Welcome to The LDS Organist Blog

The purpose of this blog is to help pianists learn to become true organists. Many individuals believe that if you play the piano you can play the organ, but the instruments differ greatly. While this blog is specifically geared towards members of The Church of Jesus Christ of Latter-day Saints, much of the information shared can be utilized by all. I hope that the information I share here will help you become an effective organist in your ward, stake, or other congregation.

Feel free to browse and search this blog. It was started in January 2010 and new posts will be added regularly. If you're a new reader, you can find the first lesson here: Before We Begin: Acquiring the Essentials.

Thanks for visiting!

Friday, February 27, 2015

Watch that volume, even if it's a funeral!

The purpose of this blog is to help organists learn and grow so they can better fulfill their calling and magnify their opportunity to play for worship services. As such, when my personal experiences bring suggestions to mind, I like to share them here, so that we can all learn from each other.

I had the opportunity to attend the funeral service for my uncle this morning. It was an emotional occasion, but one that brought a lot of my extended family together for a treasured reunion.

The funeral was held in a beautiful, old mortuary.  The chapel was quite narrow, but very long.  I ended up sitting near the back with my brother, a couple of my aunts and their husbands.  As we took our seats, just prior to the beginning of the funeral, I mentioned that I couldn't hear the organ prelude music from our seats.  My aunt commented that she couldn't even hear the organ as we entered, near the front of the chapel. I considered letting the organist (a stranger to me) know, but there wasn't time before the family entered.

Lesson #1 from today: While a subdued organ prelude is very appropriate for a funeral, make sure your organ playing can be heard! If you are playing in an unfamiliar space, it is a very good idea to ask someone to be your ears, and let you know how the organ sounds from the rear portion of the space.

When the introduction began for the opening hymn, I was a bit concerned, as the organ was again very underpowered from where I was sitting.  This concern was well founded, as the rear of the chapel finished the hymn a good six to eight beats behind the front of the chapel--and the organist twisted in her seat to watch us finish singing the first verse.

Lesson #2 from today: If the people in the rear of the chapel are singing significantly behind those in the front, it probably means they can't hear the organ adequately.  If this happens to you, try increasing the volume by opening the expression pedals or adding stops for the next verse.  Remember: Even congregational hymns for funerals need to be supported with adequate organ volume, especially if you do not have a music director. Fortunately, we did, so we had to rely on our eyes instead of our ears for the remaining verses and hymn (the closing hymn was equally soft).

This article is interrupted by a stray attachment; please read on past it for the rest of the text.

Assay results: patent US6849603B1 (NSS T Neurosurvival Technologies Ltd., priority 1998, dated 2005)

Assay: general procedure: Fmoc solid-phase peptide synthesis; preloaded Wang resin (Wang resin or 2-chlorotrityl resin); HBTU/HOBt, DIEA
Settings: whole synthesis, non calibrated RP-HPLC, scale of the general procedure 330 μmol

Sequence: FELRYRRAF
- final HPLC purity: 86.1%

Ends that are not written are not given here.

It was a wonderful funeral, and while the lack of organ volume didn't detract from the service, it did inspire me to share this experience with my readers.

Organ volume is very, very difficult, if not impossible, to determine from the console. If your electronic organ has both console and external speakers, turning the console speakers off (there is usually a stop tab that does this) can help you get a better feel for the volume in the room.  However, nothing works better than another set of ears providing feedback.  And remember--the volume in an empty chapel will be louder than in a chapel full of people, who absorb the sound.

The buddy system isn't just for field trips--give it a try!

Thanks for reading.

BYU Organ Workshop Registration for 2015

Registration is now open for the 2015 BYU Organ Workshop.  Register before March 2nd for the best price!


Wednesday, March 12, 2014

13th Annual BYU Organ Workshop

In the past, I've shared how wonderful this workshop is.  I believe that it is invaluable to organists of all levels.  I highly encourage my readers to attend!  Plus, this year participants will also have the opportunity to play a Temple Square organ on Wednesday evening.

If you register before April 4th, you'll receive an Early Bird Discount, so don't delay!

Tuesday, February 4, 2014

Such a Time As This

The following article, which I wrote, appeared in the February 2014 Newsletter of the Utah Valley Chapter of the American Guild of Organists.

Almost two years ago I had the wonderful opportunity to play for BYU Women's Conference. I was ecstatic as I prepared. Ideas flowed, and I ended up incorporating an assortment of creative techniques into the hymns. After many organ commitments in the ten days leading up to the conference, which included an unexpected family funeral, I was overwhelmed and felt the pressure of the world on my shoulders. During my practice the night before I was to play, things completely fell apart and I had to accept the fact that due to my exhaustion, my practicing was now complete, for better or worse.

The next morning, while sitting with friends during the opening session of the second day of Women's Conference, I felt so nervous and began to second-guess myself; none of the other organists had utilized creative hymn techniques, was I looking beyond the mark? As they announced the closing session, my friend turned to me and said, “Just think: You get to play for an apostle of the Lord. An apostle will sing to your music!” Her statement opened my eyes and allowed me to see things a little differently, yet I still felt inadequate. I still questioned my choices—did I really want to solo out the alto on that chorus? Did I want to add the end of phrase elaborations on that verse? I didn't know how to let go of my stresses and let the Lord in.